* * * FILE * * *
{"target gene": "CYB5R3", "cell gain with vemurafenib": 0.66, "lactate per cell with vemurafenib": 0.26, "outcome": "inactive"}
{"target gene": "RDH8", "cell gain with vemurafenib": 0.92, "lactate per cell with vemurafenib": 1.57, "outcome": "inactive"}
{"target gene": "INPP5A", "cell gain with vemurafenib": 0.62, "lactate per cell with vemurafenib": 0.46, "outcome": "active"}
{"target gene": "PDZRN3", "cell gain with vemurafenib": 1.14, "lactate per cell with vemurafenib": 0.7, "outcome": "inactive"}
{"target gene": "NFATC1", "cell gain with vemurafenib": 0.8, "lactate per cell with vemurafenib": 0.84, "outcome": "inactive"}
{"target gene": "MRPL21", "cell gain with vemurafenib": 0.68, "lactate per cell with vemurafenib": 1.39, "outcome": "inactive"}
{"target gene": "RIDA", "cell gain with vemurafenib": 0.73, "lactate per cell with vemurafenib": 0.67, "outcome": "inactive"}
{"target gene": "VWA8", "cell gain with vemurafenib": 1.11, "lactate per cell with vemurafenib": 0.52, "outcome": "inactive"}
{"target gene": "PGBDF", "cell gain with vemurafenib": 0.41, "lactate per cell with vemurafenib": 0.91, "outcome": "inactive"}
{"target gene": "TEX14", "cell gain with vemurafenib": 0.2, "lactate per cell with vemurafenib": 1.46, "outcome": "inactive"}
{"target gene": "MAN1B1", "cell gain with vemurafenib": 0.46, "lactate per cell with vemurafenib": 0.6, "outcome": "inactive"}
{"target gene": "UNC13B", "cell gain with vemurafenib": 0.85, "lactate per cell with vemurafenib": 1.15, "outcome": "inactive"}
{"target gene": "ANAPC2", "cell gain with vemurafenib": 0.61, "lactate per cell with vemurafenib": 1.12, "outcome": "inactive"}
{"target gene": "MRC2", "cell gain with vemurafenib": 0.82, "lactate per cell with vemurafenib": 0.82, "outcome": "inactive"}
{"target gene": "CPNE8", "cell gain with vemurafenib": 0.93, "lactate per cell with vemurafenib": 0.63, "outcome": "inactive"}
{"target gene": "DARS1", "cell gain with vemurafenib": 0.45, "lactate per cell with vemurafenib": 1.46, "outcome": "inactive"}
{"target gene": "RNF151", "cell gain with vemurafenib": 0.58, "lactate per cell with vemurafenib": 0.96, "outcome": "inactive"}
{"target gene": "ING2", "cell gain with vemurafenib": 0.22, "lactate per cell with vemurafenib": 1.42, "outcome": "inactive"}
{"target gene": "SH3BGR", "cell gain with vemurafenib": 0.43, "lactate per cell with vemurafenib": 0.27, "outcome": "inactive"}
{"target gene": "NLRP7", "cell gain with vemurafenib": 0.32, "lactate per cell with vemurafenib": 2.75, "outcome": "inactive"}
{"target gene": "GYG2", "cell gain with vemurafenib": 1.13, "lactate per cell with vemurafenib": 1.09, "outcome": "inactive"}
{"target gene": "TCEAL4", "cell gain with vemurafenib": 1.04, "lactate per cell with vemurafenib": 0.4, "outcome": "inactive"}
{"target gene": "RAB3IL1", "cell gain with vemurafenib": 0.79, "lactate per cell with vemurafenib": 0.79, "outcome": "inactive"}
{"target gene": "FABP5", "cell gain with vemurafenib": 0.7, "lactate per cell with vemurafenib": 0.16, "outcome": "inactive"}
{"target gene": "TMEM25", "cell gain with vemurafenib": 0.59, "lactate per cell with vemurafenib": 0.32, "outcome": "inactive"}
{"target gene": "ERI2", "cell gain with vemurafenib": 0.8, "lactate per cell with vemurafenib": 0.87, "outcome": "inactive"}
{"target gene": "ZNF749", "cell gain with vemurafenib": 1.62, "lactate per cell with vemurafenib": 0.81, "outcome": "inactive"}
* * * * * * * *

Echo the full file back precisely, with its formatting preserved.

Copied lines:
{"target gene": "CYB5R3", "cell gain with vemurafenib": 0.66, "lactate per cell with vemurafenib": 0.26, "outcome": "inactive"}
{"target gene": "RDH8", "cell gain with vemurafenib": 0.92, "lactate per cell with vemurafenib": 1.57, "outcome": "inactive"}
{"target gene": "INPP5A", "cell gain with vemurafenib": 0.62, "lactate per cell with vemurafenib": 0.46, "outcome": "active"}
{"target gene": "PDZRN3", "cell gain with vemurafenib": 1.14, "lactate per cell with vemurafenib": 0.7, "outcome": "inactive"}
{"target gene": "NFATC1", "cell gain with vemurafenib": 0.8, "lactate per cell with vemurafenib": 0.84, "outcome": "inactive"}
{"target gene": "MRPL21", "cell gain with vemurafenib": 0.68, "lactate per cell with vemurafenib": 1.39, "outcome": "inactive"}
{"target gene": "RIDA", "cell gain with vemurafenib": 0.73, "lactate per cell with vemurafenib": 0.67, "outcome": "inactive"}
{"target gene": "VWA8", "cell gain with vemurafenib": 1.11, "lactate per cell with vemurafenib": 0.52, "outcome": "inactive"}
{"target gene": "PGBDF", "cell gain with vemurafenib": 0.41, "lactate per cell with vemurafenib": 0.91, "outcome": "inactive"}
{"target gene": "TEX14", "cell gain with vemurafenib": 0.2, "lactate per cell with vemurafenib": 1.46, "outcome": "inactive"}
{"target gene": "MAN1B1", "cell gain with vemurafenib": 0.46, "lactate per cell with vemurafenib": 0.6, "outcome": "inactive"}
{"target gene": "UNC13B", "cell gain with vemurafenib": 0.85, "lactate per cell with vemurafenib": 1.15, "outcome": "inactive"}
{"target gene": "ANAPC2", "cell gain with vemurafenib": 0.61, "lactate per cell with vemurafenib": 1.12, "outcome": "inactive"}
{"target gene": "MRC2", "cell gain with vemurafenib": 0.82, "lactate per cell with vemurafenib": 0.82, "outcome": "inactive"}
{"target gene": "CPNE8", "cell gain with vemurafenib": 0.93, "lactate per cell with vemurafenib": 0.63, "outcome": "inactive"}
{"target gene": "DARS1", "cell gain with vemurafenib": 0.45, "lactate per cell with vemurafenib": 1.46, "outcome": "inactive"}
{"target gene": "RNF151", "cell gain with vemurafenib": 0.58, "lactate per cell with vemurafenib": 0.96, "outcome": "inactive"}
{"target gene": "ING2", "cell gain with vemurafenib": 0.22, "lactate per cell with vemurafenib": 1.42, "outcome": "inactive"}
{"target gene": "SH3BGR", "cell gain with vemurafenib": 0.43, "lactate per cell with vemurafenib": 0.27, "outcome": "inactive"}
{"target gene": "NLRP7", "cell gain with vemurafenib": 0.32, "lactate per cell with vemurafenib": 2.75, "outcome": "inactive"}
{"target gene": "GYG2", "cell gain with vemurafenib": 1.13, "lactate per cell with vemurafenib": 1.09, "outcome": "inactive"}
{"target gene": "TCEAL4", "cell gain with vemurafenib": 1.04, "lactate per cell with vemurafenib": 0.4, "outcome": "inactive"}
{"target gene": "RAB3IL1", "cell gain with vemurafenib": 0.79, "lactate per cell with vemurafenib": 0.79, "outcome": "inactive"}
{"target gene": "FABP5", "cell gain with vemurafenib": 0.7, "lactate per cell with vemurafenib": 0.16, "outcome": "inactive"}
{"target gene": "TMEM25", "cell gain with vemurafenib": 0.59, "lactate per cell with vemurafenib": 0.32, "outcome": "inactive"}
{"target gene": "ERI2", "cell gain with vemurafenib": 0.8, "lactate per cell with vemurafenib": 0.87, "outcome": "inactive"}
{"target gene": "ZNF749", "cell gain with vemurafenib": 1.62, "lactate per cell with vemurafenib": 0.81, "outcome": "inactive"}